MUSIC PREVIEW: Depeche Mode the best mode
Someone recently posted on social media:
“You wanna go to Depeche Mode?”
“Depends what year it is,” went the response. “Is it 1989? Am I in college? Am I high on ecstasy? Was ecstasy even invented in 1989?”
Or words to that effect. See, now this is the sort of shade a cult favourite like Depeche Mode has to put up with. Legends of electronic dance music long before it was called “EDM,” the British band plays Rogers Place on Friday night – the big building, yet most of the general public would have difficulty humming, let alone naming, a single Depeche Mode song.
Personal Jesus – there’s one. That 1989 hit with the instantly catchy deep shuffle groove (so suspiciously similar to Marilyn Manson’s Beautiful People that he did his own version of the song) and its theme of finding God within yourself (or something) probably made the biggest impact. There are number of other hits that many people have heard even if they don’t realize it, and perhaps these memories – like much of the ‘80s being the new ‘60s in that if you remember it, you weren’t there – have been repressed. A common reaction to hearing songs we haven’t heard for a while like People are People (1984) or Enjoy the Silence (1990) is, “oh, yeah, those guys.”
Founding Depeche Mode singer Dave Gahan’s deep, hollow vocals are uniquely compelling, floating over gorgeous melodies tucked inside lush beds of synthesized chords and funky beats in a group that’s been working steadily (more or less) for the last 37 years. You know then when you hear them, and that’s the hallmark of a memorable band. Now they’re touring the world on their latest album, their 14th, called Spirit, hence the “Global Spirit Tour.” The Los Angeles band Warpaint opens the show at 7:30 pm. Advance tickets from $35.
I Am Machi – Has “Edmonton’s White Stripes” been taken yet? It has? By these guys? OK then. Nathan Stokland (guitar) and Jileane Stokland (drums) actually don’t sound anything like the White Stripes. A married couple power duo format can go in many directions, this one in particular an originally jangly sound rich in quirk and grit, yet delivered with warmth and soul. Their latest and fourth recording is Magnetic North: The East EP. Halloween party show at Bohemia, with the opening acts The Spanish Flies and Phono Pony, 9 pm, $10 at the door.
Scream Edmonton with Deadmau5 – Spooky story: This Canadian DJ and producer was sued by Disney over his mousy ear get-up, because now everyone confuses him with the real Mickey Mouse. But then a twist! Joel Zimmerman (Deadmau5’s real name) discovered that Disney had used one of his songs in a cartoon without permission. He sued them right back. Oh, the irony! The cases have since been quietly settled, both parties are still doing very well, and Deadmau5 is the star attraction at the annual Scream Edmonton event at the Shaw Conference Centre. Featuring dozens of EDM artists all night long in a Halloween setting, this is the hottest ticket in town – it’s SOLD OUT.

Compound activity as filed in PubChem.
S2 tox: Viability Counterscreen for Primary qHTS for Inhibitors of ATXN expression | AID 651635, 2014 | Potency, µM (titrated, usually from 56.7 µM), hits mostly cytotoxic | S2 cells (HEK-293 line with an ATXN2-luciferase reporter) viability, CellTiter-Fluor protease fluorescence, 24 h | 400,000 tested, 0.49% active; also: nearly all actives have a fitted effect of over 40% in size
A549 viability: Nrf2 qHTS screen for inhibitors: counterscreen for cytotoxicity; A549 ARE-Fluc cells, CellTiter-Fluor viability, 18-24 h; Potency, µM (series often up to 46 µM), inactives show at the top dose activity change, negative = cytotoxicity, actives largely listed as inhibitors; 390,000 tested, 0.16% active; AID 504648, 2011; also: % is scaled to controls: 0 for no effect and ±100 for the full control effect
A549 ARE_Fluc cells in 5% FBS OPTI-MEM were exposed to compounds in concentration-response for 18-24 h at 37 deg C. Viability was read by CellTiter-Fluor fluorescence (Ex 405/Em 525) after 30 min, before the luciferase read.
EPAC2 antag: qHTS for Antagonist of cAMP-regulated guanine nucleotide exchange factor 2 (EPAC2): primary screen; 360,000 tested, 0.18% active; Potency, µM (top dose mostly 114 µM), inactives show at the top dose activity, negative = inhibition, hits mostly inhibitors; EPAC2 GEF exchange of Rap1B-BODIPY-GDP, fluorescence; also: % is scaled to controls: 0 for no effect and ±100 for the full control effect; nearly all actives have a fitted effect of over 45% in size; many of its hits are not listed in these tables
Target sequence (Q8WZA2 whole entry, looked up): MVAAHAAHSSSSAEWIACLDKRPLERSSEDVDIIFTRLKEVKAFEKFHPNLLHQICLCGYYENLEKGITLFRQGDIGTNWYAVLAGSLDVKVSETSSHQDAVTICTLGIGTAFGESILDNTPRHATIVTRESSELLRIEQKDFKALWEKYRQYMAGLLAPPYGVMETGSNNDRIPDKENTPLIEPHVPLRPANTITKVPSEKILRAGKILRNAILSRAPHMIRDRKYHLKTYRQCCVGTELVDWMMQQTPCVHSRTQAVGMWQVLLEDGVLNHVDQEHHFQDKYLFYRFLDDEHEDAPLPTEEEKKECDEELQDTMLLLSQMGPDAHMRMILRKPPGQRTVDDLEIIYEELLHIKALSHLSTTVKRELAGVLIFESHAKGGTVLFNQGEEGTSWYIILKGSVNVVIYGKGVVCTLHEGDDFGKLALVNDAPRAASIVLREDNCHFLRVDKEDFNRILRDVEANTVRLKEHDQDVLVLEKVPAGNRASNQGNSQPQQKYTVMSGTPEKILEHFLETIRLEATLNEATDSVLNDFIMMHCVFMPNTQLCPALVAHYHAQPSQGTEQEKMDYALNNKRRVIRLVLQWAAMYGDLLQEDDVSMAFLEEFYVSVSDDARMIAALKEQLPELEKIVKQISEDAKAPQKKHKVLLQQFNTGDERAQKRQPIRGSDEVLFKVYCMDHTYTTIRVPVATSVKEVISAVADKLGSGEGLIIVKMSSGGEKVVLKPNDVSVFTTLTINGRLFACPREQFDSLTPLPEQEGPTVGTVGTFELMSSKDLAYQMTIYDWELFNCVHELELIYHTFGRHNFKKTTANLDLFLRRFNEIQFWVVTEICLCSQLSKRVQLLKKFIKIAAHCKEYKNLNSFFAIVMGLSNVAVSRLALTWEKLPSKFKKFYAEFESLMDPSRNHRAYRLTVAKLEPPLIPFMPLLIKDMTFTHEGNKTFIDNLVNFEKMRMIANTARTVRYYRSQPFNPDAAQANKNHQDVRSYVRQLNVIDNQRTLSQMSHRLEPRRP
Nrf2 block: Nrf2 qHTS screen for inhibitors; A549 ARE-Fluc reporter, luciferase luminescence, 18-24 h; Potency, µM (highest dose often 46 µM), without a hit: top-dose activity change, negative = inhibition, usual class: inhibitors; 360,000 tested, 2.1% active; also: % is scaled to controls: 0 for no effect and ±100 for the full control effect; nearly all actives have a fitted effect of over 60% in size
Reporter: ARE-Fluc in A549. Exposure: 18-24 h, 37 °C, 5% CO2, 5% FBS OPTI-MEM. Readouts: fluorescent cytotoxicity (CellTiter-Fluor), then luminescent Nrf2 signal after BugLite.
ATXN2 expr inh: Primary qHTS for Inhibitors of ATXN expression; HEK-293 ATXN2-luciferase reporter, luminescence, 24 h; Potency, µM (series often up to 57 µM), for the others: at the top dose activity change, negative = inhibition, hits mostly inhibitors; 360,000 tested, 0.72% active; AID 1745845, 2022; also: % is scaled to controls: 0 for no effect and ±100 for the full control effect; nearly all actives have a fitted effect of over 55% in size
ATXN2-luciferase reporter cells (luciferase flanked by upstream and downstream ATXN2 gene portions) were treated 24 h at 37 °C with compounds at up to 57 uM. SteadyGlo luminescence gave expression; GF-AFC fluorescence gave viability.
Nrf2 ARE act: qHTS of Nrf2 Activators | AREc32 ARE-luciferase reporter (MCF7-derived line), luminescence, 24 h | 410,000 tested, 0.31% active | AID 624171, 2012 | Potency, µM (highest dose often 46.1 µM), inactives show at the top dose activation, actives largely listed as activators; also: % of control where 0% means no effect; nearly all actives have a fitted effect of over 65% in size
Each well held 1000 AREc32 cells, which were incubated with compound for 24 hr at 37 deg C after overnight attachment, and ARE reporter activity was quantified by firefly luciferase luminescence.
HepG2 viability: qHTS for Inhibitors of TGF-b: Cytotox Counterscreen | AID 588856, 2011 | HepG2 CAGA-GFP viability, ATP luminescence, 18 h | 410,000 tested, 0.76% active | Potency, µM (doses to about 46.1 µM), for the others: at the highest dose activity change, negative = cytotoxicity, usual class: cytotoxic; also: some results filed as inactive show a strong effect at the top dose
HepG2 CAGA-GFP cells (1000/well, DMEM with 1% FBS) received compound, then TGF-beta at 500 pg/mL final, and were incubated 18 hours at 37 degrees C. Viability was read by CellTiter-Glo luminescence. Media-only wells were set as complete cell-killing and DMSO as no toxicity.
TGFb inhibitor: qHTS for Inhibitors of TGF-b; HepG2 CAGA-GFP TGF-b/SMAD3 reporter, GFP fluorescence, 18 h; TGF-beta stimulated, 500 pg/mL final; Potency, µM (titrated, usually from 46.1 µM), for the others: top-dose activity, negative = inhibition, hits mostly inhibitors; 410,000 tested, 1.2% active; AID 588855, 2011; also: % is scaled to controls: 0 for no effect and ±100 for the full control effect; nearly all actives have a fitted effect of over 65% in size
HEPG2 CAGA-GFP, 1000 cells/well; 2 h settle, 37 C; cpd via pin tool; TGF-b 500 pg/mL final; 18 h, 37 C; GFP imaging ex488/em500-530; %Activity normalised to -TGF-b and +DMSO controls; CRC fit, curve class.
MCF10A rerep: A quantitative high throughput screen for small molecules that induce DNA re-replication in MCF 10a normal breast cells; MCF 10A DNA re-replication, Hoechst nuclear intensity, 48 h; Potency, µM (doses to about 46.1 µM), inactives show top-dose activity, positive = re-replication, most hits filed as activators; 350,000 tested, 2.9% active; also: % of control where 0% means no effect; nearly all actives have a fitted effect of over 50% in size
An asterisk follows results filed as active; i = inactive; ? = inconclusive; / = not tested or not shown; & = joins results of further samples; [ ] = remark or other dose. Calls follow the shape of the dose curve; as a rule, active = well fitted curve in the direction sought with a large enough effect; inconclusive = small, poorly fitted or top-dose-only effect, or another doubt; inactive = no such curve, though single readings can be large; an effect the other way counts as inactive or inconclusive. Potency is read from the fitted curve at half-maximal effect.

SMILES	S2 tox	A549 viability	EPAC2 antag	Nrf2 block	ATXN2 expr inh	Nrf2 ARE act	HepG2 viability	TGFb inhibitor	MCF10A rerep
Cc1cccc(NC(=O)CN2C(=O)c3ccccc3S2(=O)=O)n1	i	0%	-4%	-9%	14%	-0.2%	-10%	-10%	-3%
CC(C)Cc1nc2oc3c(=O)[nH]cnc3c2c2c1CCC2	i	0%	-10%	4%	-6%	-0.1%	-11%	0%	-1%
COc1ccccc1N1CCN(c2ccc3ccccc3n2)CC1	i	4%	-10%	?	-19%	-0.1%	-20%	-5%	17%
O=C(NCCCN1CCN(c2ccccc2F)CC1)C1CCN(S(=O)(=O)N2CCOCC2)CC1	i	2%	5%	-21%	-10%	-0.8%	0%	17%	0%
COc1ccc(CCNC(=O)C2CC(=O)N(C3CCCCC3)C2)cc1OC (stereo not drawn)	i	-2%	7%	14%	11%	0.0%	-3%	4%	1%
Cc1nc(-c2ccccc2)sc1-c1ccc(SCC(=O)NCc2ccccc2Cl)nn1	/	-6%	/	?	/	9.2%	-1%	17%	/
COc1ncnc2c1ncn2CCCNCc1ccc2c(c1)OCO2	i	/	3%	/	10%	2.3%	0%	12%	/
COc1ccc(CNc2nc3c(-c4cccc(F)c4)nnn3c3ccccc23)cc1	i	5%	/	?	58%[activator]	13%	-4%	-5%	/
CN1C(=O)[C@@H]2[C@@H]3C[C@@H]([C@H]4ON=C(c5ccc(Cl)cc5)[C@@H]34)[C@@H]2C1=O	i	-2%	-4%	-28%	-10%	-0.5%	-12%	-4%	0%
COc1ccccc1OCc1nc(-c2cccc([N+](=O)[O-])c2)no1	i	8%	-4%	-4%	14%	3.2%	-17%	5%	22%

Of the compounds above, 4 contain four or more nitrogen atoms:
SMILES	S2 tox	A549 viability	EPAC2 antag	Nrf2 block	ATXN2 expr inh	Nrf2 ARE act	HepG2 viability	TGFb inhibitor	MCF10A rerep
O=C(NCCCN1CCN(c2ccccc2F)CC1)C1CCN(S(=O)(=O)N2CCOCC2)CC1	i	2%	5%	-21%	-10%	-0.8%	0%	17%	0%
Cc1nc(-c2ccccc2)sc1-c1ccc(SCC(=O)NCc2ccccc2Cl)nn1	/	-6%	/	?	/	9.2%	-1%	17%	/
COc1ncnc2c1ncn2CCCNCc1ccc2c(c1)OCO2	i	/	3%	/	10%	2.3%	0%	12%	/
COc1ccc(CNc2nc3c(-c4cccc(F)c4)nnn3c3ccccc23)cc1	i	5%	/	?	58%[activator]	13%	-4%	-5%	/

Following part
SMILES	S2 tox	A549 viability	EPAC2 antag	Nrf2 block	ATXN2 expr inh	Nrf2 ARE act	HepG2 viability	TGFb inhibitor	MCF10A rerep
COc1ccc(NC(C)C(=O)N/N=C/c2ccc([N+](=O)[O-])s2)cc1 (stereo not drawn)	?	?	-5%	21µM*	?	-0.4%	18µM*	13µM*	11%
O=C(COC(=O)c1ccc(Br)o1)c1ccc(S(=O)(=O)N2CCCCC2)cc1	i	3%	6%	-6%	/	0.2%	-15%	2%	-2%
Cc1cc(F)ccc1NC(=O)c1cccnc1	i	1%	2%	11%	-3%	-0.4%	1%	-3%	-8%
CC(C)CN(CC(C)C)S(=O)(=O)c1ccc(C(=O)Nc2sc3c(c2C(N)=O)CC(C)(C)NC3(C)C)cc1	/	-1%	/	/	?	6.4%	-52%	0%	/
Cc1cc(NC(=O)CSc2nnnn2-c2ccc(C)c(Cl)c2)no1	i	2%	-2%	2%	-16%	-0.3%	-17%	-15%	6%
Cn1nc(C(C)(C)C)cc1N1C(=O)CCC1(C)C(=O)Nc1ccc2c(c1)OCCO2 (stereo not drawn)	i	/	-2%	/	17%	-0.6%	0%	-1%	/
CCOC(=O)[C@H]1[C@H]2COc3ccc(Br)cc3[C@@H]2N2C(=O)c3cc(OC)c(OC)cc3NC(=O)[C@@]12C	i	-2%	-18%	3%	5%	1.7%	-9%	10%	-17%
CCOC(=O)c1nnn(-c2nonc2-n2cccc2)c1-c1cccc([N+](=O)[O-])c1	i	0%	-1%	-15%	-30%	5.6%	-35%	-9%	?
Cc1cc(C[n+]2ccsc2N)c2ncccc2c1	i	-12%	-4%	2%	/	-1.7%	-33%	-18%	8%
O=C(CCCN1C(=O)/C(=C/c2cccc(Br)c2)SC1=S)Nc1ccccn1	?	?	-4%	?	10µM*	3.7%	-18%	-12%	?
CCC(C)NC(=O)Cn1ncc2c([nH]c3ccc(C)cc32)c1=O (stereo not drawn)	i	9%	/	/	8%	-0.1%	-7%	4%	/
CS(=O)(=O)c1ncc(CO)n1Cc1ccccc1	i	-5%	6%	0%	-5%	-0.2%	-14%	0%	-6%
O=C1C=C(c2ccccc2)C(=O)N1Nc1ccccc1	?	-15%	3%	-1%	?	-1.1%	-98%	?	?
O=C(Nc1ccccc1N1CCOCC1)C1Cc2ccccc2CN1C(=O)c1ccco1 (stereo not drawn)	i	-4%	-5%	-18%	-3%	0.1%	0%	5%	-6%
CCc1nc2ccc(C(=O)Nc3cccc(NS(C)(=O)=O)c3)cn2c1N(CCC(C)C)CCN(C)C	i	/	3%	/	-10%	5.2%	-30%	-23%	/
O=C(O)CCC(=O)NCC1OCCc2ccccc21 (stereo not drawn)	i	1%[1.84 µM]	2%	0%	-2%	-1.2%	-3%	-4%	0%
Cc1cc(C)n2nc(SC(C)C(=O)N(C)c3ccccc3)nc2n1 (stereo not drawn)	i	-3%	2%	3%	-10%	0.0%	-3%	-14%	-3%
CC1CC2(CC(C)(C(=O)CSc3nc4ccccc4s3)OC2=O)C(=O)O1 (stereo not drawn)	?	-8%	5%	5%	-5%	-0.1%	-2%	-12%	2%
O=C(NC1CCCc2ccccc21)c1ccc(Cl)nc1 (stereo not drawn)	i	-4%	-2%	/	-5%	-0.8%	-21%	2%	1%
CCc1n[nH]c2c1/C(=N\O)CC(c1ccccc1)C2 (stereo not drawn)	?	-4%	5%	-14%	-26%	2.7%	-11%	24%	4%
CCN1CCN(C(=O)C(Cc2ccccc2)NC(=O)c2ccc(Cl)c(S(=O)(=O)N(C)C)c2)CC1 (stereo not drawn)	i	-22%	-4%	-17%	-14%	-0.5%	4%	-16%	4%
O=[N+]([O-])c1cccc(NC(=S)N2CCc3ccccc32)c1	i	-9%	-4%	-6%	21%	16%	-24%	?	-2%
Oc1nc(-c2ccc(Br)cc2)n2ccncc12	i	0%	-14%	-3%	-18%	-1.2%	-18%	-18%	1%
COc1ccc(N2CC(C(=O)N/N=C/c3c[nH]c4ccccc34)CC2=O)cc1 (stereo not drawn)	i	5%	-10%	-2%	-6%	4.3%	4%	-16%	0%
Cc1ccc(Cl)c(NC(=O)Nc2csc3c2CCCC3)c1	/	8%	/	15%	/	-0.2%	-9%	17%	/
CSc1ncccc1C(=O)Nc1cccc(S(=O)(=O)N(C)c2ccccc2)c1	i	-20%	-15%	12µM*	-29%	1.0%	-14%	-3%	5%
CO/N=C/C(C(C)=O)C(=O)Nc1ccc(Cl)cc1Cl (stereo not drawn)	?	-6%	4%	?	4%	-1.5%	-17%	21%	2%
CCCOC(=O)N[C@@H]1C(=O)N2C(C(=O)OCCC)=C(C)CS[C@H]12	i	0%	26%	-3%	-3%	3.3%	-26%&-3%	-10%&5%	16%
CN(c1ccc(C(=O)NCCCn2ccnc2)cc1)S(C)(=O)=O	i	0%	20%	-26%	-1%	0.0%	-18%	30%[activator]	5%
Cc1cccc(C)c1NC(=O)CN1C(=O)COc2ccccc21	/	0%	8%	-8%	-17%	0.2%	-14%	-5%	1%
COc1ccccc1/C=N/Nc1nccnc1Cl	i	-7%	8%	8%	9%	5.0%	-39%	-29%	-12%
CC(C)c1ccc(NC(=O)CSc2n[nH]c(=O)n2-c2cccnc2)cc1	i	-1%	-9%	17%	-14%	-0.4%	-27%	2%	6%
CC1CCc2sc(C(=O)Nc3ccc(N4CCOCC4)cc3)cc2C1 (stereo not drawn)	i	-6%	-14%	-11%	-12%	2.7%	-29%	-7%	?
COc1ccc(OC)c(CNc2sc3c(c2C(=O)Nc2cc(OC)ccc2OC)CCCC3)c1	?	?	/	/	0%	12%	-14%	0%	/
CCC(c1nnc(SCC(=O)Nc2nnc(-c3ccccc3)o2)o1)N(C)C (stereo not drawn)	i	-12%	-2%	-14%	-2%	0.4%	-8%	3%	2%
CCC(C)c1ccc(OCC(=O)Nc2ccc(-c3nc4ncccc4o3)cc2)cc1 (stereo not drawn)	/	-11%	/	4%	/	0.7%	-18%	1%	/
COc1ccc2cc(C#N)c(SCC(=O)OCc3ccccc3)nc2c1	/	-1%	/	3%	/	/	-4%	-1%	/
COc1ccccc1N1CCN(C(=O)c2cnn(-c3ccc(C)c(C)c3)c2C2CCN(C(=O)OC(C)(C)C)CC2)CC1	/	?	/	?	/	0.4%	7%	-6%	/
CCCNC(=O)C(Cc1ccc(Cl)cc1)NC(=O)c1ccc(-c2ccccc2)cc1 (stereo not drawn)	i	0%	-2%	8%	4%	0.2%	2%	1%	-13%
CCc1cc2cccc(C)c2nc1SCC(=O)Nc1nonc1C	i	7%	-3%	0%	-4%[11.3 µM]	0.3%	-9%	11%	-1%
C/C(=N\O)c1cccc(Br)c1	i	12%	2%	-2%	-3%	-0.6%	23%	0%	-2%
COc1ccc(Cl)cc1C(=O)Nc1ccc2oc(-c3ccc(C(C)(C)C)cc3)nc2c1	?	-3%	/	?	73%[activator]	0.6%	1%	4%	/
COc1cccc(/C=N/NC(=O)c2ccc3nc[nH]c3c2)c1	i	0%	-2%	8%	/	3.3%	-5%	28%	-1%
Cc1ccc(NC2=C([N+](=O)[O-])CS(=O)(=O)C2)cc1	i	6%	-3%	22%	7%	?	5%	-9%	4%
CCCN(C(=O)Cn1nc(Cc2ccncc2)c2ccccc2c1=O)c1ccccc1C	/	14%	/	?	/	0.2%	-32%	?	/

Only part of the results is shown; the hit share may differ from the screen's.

Gordon Lightfoot – This Canadian hero is the Energizer Bunny of folk music legends … oop, better watch that trademark infringement. Doesn’t really fit anyway. Point is, at 78 years old, Lightfoot is still going strong, not just as a legend of folk music, but as an active performer and bonafide hitmaker whose songs like If You Could Read My Mind and The Wreck of the Edmund Fitzgerald have become as iconic as the artist himself. That happens sometimes. He’s back again for likely not the last time, at the River Cree Casino. 9 pm, advance tickets from $40.
The Black Dahlia Murder – It wouldn’t be a weekend in Metalton without a good metal show. This screamy speed outfit from Michigan, named sinisterly for an unsolved murder, tours upon its latest burnt offering, Nightbringers. Long night o’ metal here, with the opening acts Suffocation, Decrepit Birth, Necrot, and Worm Witch. Starlite Room, 6 pm, advance tickets $33.50
The Jesus and Mary Chain – These guys ought to have been on the bill with Depeche Mode, cut from the same basic cloth, general mood-wise, if not the sound – tartan, in this case. This Scottish band is known for a power-popped guitar-driven sound, and would also go well with being in college in 1989. Turns out ecstasy was around; it was called MDA. (Important disclaimer: Drugs are bad, m’kay?) Jubilee Auditorium, 7:30 pm, tickets from $19
The Creepshow – Do we even need to note that this is a Halloween show? For this entertaining punk-rockabilly combo that writes songs about horror movies, every night is Halloween. So the actual Halloween must be like Christmas for these guys. With Sammy Kay, The Devil’s Sons and Electric Audrey II. Needle Vinyl Tavern, 8 pm, $15 advance